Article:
Cycle Expert Calls for Training After Spate of Accidents

August 14, 2009

A leading cycling journalist has called for more adults to take cycle training courses after a spate of accidents in Bristol during the last two weeks.

Four cyclists have been injured on city roads since the 6th of August, including a man who died after a crash on the A370 on Tuesday.

It comes after the death on the Portway in January of cyclist Nick Abraham, son of former Lord Mayor Peter Abraham.

Rob Spedding, editor of Bath-based Cycling Plus magazine, said: “If you can, look for an adult equivalent of the cycling proficiency test. British Cycling runs a scheme called Bikeability and there are others which are also geared to adults.

“There are so many people who are coming back to cycling or are getting on a bike for the first time. It can be quite scary.

“Cyclists should be confident without being arrogant. Respect other road users and treat others as you would like to be treated.”

Figures obtained by #SITE_NAME# from the Bristol Cycling City project show cyclists made up around 15% of people injured on Bristol’s roads between 2006-2008, despite accounting for just 6% of traffic.

Official figures for 2009 have not been collected yet, but with at least two deaths already recorded, as many cyclists have died on Bristol’s roads so far in 2009 as in the previous three years combined.

But Rob denies Bristol’s roads are getting more dangerous for cyclists. He said: “We need to make it clear that cycling is not that dangerous.

More people cycling than ever before, but road deaths involving cyclists are at an all-time low. We need to get that in perspective.

“I don’t think Bristol is any more dangerous for cyclists than any other city in the country.”

Emma Barraclough, a spokeswoman for the Bristol Cycling Campaign, said: “We wish to extend our deepest sympathies to the family and friends of the cyclist who died following a collision with a lorry on Winterstoke Road on Tuesday August 11.

“The Bristol Cycling Campaign calls for Bristol Council to come up with a design for the city’s roads that ensures that pedestrians and cyclists can get to their home, work or school without having to travel in fear for their lives.

“It is impossible for Bristol Council’s targets of doubling cycling to be achieved without increasing the numbers of collisions, unless there is a step change in the way that all of us in the city treat the most vulnerable road users.”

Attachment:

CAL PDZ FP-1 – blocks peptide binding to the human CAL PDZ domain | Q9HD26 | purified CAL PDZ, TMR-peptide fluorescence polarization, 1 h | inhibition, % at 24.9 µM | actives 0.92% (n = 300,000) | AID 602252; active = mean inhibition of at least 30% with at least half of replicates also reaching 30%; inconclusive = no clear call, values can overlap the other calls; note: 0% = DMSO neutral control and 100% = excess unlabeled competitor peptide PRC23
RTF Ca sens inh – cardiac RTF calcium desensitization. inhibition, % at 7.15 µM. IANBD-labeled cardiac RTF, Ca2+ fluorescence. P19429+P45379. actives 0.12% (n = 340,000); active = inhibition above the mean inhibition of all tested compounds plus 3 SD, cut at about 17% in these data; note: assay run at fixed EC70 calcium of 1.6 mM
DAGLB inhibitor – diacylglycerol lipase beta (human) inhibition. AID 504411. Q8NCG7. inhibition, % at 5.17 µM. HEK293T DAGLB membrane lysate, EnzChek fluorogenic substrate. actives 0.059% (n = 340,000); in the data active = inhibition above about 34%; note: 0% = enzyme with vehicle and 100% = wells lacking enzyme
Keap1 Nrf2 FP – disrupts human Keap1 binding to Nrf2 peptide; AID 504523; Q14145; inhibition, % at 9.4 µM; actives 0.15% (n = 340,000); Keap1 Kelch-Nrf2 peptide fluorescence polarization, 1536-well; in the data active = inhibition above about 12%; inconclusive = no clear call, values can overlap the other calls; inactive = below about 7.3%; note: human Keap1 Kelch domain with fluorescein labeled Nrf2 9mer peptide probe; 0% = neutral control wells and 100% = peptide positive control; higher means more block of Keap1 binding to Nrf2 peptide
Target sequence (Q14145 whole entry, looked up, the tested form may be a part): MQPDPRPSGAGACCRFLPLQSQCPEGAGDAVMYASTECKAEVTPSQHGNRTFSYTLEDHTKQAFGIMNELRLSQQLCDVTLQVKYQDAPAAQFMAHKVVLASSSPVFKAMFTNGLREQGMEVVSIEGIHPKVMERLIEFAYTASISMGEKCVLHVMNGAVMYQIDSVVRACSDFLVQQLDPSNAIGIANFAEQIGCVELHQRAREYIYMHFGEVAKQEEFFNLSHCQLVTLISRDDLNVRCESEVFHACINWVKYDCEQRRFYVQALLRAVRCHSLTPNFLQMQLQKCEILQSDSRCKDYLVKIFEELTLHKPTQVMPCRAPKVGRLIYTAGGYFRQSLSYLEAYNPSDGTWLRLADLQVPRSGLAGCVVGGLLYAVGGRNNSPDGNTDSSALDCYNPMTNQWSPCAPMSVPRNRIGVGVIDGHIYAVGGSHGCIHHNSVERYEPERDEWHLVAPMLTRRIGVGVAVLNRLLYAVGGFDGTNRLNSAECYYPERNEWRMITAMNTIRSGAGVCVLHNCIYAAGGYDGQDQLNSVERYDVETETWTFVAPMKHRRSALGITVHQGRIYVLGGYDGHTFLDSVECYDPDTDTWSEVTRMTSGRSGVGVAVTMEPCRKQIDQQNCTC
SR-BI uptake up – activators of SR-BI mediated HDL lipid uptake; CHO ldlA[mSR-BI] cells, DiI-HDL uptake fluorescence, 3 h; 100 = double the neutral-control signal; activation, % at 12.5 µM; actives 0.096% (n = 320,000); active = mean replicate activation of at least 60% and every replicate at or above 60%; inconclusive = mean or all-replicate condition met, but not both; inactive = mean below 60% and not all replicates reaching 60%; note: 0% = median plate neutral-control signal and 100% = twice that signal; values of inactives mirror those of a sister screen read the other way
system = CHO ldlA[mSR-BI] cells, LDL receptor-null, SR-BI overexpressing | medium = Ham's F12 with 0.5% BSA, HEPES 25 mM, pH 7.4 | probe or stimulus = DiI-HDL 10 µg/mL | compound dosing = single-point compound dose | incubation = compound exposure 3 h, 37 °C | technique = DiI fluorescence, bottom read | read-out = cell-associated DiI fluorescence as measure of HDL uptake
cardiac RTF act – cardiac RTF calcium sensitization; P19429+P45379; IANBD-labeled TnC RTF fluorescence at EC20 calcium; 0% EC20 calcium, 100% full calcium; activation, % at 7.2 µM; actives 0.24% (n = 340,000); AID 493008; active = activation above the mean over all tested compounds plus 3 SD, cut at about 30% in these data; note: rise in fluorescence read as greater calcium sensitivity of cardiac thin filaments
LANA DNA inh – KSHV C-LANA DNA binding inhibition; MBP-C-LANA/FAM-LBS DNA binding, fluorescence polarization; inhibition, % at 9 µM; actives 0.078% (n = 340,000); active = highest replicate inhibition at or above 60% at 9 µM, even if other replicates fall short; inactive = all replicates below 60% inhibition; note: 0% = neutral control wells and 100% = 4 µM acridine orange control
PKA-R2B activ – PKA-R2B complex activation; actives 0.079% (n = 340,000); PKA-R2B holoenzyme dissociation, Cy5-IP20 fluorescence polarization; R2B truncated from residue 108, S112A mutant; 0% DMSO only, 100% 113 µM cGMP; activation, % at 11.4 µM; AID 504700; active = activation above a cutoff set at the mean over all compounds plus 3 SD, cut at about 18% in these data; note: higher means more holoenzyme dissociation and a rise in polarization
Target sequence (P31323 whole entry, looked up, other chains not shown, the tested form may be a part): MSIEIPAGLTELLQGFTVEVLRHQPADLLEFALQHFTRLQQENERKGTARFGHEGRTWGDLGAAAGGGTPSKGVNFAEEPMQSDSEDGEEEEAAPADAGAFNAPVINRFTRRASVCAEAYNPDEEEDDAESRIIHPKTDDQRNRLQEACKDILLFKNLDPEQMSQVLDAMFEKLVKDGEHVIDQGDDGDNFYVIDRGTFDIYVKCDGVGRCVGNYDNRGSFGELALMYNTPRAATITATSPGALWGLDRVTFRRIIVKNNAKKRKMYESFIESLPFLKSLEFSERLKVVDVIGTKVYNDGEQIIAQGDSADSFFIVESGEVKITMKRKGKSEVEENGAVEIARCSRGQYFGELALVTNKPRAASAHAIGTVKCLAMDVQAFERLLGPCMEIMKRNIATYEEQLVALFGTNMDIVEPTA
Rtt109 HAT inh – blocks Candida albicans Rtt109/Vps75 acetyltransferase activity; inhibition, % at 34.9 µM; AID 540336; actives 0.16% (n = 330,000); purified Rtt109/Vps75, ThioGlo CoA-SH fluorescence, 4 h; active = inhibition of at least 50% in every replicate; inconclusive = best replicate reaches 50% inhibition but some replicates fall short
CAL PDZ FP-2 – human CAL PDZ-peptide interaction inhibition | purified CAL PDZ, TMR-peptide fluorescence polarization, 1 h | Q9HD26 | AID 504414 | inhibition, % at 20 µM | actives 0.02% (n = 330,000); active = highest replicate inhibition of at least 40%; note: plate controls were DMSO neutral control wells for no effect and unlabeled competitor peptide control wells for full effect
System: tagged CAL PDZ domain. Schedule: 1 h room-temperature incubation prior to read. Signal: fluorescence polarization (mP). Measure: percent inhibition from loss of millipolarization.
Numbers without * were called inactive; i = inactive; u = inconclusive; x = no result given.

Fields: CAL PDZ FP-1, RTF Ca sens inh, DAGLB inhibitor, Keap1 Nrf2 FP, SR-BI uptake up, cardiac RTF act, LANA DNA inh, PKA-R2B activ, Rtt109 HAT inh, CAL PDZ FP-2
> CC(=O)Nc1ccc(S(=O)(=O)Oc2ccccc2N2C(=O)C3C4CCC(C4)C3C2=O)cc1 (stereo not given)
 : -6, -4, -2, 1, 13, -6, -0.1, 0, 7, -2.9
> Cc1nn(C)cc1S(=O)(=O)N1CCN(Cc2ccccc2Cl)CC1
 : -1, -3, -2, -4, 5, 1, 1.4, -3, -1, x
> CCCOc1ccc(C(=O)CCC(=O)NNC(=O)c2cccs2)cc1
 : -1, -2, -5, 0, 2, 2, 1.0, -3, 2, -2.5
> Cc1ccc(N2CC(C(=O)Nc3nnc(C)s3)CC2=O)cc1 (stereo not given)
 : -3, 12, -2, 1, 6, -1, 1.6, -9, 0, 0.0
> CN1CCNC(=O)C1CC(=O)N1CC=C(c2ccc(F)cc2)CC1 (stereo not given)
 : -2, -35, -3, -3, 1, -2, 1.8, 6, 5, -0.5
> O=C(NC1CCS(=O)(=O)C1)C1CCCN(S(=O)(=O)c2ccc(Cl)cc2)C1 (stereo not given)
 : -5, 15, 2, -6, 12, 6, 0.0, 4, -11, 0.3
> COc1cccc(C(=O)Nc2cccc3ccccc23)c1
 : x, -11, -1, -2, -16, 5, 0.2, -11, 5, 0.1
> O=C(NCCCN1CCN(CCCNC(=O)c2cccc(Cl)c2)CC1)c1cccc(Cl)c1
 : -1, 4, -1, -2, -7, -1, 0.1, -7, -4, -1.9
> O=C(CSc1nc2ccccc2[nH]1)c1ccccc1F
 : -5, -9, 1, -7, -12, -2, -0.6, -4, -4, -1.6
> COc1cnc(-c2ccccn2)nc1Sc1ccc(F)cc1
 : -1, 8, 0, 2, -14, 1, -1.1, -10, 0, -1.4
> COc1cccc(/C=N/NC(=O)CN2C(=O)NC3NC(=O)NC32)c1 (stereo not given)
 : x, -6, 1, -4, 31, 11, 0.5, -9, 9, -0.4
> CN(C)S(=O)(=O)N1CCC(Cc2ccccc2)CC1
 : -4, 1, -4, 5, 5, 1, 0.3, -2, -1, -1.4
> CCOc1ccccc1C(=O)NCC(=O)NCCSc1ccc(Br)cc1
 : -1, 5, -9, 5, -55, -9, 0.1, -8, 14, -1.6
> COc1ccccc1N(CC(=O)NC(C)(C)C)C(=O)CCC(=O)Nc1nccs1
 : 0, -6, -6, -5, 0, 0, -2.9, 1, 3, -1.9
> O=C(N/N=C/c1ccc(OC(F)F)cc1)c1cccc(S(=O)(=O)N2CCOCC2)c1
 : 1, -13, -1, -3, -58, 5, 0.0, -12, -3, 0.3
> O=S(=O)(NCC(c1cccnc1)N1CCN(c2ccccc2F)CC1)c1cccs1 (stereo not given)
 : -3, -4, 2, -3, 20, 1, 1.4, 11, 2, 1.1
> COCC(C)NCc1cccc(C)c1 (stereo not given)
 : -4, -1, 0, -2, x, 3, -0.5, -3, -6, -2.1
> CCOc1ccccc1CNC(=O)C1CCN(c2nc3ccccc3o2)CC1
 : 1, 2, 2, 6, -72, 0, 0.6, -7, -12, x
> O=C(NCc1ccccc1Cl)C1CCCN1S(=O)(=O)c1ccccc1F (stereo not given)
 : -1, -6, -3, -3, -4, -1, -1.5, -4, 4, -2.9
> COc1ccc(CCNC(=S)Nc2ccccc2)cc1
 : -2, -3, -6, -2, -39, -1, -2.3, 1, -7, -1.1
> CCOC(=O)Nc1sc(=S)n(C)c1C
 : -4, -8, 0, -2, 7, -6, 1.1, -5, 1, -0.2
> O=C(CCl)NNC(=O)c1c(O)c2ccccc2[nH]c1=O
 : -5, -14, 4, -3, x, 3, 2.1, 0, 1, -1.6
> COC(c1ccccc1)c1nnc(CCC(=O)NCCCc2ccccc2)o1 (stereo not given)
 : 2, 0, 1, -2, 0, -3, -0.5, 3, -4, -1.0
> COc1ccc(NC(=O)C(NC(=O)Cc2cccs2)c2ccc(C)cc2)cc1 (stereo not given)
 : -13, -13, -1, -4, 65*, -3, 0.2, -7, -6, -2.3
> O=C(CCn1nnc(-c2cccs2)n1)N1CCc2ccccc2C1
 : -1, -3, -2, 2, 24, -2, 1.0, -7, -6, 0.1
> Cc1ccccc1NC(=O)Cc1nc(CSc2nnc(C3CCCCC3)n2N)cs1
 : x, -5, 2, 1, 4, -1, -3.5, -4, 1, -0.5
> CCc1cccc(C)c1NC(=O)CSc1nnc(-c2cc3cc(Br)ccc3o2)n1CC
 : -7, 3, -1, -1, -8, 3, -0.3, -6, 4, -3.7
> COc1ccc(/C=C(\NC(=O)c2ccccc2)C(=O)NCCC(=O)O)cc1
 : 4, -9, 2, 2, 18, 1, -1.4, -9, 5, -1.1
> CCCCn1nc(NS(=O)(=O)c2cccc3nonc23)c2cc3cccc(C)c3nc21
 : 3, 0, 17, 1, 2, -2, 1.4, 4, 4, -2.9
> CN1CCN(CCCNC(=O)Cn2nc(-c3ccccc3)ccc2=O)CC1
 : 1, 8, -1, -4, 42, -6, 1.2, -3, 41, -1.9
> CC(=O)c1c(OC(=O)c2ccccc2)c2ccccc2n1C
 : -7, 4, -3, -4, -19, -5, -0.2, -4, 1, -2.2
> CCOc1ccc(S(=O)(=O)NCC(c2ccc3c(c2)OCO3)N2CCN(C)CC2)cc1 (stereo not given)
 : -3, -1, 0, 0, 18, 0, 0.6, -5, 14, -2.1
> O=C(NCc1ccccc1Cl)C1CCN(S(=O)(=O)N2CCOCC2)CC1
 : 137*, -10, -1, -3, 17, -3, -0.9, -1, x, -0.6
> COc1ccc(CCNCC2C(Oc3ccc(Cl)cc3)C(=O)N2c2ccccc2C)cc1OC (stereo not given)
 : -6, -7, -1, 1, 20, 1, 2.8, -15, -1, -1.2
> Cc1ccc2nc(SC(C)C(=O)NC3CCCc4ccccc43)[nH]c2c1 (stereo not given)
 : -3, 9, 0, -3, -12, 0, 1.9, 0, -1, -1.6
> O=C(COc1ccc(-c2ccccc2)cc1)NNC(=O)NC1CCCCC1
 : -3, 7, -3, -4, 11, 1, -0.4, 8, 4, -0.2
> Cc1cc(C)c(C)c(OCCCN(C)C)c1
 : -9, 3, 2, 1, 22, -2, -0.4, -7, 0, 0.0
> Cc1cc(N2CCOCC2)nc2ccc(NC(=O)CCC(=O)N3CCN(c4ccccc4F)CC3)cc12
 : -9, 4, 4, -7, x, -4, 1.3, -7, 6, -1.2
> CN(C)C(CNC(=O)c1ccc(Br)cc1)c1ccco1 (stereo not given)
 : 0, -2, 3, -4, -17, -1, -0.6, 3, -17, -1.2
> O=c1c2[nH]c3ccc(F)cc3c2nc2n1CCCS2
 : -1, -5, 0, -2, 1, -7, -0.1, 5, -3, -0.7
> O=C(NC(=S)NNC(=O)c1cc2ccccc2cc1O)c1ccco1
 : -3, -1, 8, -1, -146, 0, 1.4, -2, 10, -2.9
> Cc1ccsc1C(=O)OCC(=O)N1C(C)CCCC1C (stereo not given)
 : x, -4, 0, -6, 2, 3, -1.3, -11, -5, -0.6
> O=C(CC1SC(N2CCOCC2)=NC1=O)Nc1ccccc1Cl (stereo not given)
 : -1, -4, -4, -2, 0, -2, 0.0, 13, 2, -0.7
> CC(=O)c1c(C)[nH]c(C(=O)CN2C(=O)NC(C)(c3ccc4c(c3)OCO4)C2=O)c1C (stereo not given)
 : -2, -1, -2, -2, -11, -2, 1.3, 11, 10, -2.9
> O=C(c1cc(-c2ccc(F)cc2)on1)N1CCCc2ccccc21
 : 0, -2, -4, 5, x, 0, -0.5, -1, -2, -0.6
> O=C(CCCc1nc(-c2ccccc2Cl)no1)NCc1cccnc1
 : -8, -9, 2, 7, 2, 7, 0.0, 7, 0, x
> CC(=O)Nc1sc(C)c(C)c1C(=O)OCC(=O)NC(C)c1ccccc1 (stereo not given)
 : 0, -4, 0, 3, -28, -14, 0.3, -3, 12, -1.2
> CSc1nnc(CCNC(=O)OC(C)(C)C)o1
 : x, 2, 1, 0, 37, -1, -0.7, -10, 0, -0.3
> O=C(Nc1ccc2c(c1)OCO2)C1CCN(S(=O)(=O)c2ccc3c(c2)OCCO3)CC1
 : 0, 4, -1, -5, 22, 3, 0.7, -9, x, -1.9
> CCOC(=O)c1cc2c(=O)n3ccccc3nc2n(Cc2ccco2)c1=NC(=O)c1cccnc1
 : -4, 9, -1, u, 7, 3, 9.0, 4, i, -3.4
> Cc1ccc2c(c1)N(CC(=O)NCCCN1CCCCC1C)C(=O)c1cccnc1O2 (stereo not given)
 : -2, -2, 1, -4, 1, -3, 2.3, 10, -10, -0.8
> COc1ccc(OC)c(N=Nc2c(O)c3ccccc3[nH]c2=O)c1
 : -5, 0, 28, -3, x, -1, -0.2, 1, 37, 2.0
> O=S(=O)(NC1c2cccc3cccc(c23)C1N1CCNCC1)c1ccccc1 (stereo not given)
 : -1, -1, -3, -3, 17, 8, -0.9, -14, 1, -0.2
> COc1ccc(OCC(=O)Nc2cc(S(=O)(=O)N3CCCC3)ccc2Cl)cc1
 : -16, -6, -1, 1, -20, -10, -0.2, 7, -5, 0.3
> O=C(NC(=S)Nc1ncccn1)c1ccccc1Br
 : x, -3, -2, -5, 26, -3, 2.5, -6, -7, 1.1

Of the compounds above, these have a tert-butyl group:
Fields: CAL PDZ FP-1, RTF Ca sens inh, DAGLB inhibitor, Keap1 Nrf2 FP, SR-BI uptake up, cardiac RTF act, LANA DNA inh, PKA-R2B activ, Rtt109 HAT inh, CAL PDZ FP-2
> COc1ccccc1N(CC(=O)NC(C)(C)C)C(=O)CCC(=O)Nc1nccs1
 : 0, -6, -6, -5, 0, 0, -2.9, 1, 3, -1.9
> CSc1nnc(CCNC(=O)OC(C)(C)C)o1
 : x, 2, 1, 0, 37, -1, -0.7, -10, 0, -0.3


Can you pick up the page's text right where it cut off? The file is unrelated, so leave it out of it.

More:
1. I can see where Rob Spedding is coming from re cycling proficiency, but from what I’ve heard (eg here: http://greenbristolblog.blogspot.com/2009/08/carnage-in-cycling-city.html) a good number of these accidents were caused by commercial vehicles turning left and hitting cyclists in their blind spots- it sounds like at least some of the victims were even riding cycle lanes when the crashes happened. No amount of cycle training is going to help if a lorry turns left onto you while you’re in the cycle lane.

    Personally I feel that Cycling Plus magazine would be better advocating the city spend money on improving cycle lanes so that vehicles can’t just drive across them. This would have two health benefits that putting the onus on cyclists to prevent lorries crashing into them doesn’t- existing cyclists would be less likely to get hurt, and non-cyclists may be more eager to give cycle a go.

  2. Mike says that ‘no amount of cycle training wll help if a lorry turns left onto yu in the cycle lane’
    Actually Mike what adult cycle training would tell you is not to be in the cycle lane if there is a lane to the right of it where traffic may be turning left ahead.
    I know because I am an adult cycle instructor. It’s maybe not that well understood, but confidence on the roads involves all sorts of improvement not only in skills but in thinking about where to be on the road. Being visible is essential and no cyclist is very visible who cycles by the kerb in a cycle lane. It can often be much safer and more comfortable to cycle in the stream of traffic where you are very visible and also can see better. I also teach cyclists to get into ASL’s and wait in a position that makes them visible and gives them a straight run to their chosen direction. This way it’s extremely unlikely that they will end up on the inside of any lorry. Cycle lanes are not a panacea and often take cyclists to places at junctions that are not the best place to wait.

  3. Bikecat- as a cyclist myself I agree with you on this- I can think of plenty of examples where it’s much safer to avoid the cycle lane entirely than to ride in the gutter, or make hair-raising turns across traffic/ pedestrians.

    That said, I think there is a wider problem here. The city- indeed, the Cycle City- in providing cycle lanes which can be too dangerous to use is badly letting its citizens down.

  4. PS- I’m the same Mike who commented at #1, but now logged in 😉

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